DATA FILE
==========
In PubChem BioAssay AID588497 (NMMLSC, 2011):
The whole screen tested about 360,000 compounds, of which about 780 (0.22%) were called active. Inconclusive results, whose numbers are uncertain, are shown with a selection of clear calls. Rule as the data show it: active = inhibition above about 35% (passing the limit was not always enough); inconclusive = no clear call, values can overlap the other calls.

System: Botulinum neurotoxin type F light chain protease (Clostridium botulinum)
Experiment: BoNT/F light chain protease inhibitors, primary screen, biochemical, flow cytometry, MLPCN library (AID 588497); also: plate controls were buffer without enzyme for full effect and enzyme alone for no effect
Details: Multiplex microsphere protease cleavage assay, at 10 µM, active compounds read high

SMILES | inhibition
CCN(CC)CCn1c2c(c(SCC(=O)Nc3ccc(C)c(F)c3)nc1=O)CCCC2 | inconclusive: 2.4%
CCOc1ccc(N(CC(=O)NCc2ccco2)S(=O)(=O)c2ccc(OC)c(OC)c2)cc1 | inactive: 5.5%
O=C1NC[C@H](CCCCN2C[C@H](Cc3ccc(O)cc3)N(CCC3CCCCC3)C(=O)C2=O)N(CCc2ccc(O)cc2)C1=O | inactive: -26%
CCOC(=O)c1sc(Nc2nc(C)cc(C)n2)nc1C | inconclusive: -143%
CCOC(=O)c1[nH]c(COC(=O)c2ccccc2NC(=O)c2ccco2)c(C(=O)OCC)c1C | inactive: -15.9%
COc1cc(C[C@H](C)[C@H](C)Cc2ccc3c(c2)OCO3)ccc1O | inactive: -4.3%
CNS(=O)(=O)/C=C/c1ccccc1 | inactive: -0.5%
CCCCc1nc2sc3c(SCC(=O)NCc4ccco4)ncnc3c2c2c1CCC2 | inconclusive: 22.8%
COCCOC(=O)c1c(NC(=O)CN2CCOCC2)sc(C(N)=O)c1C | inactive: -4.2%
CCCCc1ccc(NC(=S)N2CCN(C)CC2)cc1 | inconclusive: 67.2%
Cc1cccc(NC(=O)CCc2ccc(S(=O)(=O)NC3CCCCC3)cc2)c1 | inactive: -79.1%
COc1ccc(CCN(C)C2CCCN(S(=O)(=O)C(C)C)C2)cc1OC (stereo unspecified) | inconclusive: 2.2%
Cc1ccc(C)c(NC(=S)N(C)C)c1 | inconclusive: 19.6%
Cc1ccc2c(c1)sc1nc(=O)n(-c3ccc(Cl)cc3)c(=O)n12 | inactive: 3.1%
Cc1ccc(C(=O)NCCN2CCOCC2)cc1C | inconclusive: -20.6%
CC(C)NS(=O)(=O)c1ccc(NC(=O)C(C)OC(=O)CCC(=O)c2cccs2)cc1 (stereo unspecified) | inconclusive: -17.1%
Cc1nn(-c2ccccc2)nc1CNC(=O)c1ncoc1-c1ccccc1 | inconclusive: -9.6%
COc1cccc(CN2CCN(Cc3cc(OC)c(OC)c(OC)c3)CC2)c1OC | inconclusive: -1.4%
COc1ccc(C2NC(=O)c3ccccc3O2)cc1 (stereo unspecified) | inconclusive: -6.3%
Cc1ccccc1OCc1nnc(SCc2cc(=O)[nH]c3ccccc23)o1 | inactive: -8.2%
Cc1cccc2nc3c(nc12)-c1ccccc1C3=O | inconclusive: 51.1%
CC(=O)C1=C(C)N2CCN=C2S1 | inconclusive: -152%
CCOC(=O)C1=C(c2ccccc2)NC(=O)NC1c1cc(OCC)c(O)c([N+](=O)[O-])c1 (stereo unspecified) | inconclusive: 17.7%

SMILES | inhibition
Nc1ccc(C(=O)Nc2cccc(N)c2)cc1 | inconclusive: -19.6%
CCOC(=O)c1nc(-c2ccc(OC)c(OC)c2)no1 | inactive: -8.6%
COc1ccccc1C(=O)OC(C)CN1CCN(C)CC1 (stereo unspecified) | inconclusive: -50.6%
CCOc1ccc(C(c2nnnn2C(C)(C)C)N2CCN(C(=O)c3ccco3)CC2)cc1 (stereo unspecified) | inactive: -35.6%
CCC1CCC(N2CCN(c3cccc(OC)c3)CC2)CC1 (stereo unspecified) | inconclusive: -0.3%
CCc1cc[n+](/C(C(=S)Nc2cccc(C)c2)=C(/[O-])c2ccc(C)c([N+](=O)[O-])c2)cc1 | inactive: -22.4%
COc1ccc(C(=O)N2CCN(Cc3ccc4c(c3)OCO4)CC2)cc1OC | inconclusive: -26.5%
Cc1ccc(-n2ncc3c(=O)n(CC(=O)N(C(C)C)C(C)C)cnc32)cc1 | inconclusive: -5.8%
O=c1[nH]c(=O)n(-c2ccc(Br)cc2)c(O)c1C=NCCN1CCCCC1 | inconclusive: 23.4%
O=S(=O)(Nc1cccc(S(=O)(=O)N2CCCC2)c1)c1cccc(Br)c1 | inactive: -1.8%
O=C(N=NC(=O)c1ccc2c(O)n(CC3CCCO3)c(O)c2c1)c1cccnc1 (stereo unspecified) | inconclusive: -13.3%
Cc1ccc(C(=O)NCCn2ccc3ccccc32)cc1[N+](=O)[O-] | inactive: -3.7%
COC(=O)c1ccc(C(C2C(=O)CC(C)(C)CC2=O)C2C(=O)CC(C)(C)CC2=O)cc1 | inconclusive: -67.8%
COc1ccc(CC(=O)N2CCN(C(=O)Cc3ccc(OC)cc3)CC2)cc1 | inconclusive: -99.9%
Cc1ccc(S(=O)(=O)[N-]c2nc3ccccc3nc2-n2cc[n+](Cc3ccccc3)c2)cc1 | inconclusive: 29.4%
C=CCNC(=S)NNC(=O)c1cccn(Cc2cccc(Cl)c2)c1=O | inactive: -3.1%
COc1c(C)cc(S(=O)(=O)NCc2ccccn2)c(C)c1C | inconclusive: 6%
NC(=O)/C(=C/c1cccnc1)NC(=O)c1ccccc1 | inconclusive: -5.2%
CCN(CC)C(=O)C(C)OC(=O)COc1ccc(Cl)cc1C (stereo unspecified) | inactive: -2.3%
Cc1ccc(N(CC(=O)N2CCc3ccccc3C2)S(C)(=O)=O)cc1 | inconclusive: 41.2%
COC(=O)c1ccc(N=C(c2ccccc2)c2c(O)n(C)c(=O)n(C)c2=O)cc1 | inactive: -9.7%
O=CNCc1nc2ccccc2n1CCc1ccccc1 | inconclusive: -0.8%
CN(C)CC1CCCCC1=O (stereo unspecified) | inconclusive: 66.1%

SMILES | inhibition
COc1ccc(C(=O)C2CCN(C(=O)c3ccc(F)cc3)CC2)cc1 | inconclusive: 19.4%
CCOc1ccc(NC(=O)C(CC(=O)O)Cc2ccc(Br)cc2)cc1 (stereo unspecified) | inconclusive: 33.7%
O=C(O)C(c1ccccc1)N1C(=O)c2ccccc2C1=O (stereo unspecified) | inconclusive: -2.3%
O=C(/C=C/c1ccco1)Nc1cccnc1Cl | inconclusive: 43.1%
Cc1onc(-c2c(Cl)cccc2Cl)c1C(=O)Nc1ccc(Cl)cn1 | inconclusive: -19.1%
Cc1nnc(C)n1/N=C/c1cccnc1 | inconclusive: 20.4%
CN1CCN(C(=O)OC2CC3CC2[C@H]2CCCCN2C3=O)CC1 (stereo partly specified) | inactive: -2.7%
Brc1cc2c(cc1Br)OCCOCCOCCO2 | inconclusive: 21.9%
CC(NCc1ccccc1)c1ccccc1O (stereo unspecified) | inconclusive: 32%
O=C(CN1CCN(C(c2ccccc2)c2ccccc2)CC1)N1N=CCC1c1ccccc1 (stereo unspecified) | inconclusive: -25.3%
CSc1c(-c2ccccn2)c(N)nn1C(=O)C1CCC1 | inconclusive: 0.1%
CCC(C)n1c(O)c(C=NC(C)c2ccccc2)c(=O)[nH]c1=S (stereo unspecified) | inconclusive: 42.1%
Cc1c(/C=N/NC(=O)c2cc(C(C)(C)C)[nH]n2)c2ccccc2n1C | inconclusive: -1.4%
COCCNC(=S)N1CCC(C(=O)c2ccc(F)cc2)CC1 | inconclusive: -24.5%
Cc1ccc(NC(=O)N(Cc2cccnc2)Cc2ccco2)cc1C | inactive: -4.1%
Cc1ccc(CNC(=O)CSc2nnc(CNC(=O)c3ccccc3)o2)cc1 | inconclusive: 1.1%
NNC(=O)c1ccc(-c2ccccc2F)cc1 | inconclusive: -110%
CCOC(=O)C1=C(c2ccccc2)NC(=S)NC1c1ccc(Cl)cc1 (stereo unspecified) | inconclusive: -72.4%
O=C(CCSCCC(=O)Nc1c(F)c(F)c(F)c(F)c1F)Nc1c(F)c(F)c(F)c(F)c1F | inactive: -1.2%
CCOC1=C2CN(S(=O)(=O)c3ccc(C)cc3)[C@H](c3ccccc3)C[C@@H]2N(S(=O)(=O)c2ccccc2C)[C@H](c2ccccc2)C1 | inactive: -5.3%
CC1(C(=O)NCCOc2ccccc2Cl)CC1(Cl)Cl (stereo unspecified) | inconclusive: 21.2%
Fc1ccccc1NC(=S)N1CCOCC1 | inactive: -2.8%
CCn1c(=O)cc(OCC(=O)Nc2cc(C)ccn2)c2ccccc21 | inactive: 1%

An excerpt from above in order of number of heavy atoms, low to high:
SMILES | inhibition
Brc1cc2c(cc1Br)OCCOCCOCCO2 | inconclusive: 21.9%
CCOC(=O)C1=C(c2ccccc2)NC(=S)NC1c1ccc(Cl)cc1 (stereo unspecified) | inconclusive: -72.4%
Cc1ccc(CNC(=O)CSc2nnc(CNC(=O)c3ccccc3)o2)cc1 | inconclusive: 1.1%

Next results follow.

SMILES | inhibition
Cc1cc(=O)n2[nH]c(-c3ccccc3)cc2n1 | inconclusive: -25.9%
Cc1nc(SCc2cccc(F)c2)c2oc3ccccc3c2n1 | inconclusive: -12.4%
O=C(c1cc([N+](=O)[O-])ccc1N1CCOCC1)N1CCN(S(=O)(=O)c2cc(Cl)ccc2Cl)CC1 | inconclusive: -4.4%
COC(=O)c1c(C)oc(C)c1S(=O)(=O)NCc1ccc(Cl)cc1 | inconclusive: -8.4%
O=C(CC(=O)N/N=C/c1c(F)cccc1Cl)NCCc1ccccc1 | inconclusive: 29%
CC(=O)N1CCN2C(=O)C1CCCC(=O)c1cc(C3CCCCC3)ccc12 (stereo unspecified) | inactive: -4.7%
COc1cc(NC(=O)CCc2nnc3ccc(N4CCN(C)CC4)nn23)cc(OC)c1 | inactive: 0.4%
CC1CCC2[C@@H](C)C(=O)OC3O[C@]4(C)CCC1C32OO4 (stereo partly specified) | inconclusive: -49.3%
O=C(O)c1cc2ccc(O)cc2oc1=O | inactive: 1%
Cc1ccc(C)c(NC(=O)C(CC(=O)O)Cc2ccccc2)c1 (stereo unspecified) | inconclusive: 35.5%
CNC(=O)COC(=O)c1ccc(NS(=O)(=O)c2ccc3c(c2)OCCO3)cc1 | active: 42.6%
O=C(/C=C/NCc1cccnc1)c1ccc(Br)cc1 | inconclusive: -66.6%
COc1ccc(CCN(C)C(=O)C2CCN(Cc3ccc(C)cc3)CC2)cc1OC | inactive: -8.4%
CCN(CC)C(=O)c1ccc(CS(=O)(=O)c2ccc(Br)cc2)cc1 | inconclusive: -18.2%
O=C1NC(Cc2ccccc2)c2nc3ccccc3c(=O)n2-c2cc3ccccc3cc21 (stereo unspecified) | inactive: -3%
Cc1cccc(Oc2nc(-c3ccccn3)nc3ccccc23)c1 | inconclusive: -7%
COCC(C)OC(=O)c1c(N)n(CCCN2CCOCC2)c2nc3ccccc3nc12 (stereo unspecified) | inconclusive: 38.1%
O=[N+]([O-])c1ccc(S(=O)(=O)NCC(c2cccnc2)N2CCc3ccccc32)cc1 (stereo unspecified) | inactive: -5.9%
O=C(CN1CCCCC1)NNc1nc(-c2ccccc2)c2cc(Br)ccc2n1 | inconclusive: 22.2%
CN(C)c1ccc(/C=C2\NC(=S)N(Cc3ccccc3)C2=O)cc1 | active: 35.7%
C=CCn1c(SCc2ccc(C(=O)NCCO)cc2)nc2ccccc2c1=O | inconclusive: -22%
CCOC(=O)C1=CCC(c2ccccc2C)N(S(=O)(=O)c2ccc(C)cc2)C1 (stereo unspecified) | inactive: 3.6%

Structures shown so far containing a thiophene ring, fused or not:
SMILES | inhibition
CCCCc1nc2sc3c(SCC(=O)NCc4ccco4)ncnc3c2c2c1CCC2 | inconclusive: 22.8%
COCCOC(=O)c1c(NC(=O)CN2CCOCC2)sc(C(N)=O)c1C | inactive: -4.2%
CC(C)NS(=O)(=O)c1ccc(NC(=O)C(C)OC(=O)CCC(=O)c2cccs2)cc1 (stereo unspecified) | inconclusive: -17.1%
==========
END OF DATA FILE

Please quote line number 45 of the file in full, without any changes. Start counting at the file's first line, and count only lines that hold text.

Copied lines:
Cc1ccc(S(=O)(=O)[N-]c2nc3ccccc3nc2-n2cc[n+](Cc3ccccc3)c2)cc1 | inconclusive: 29.4%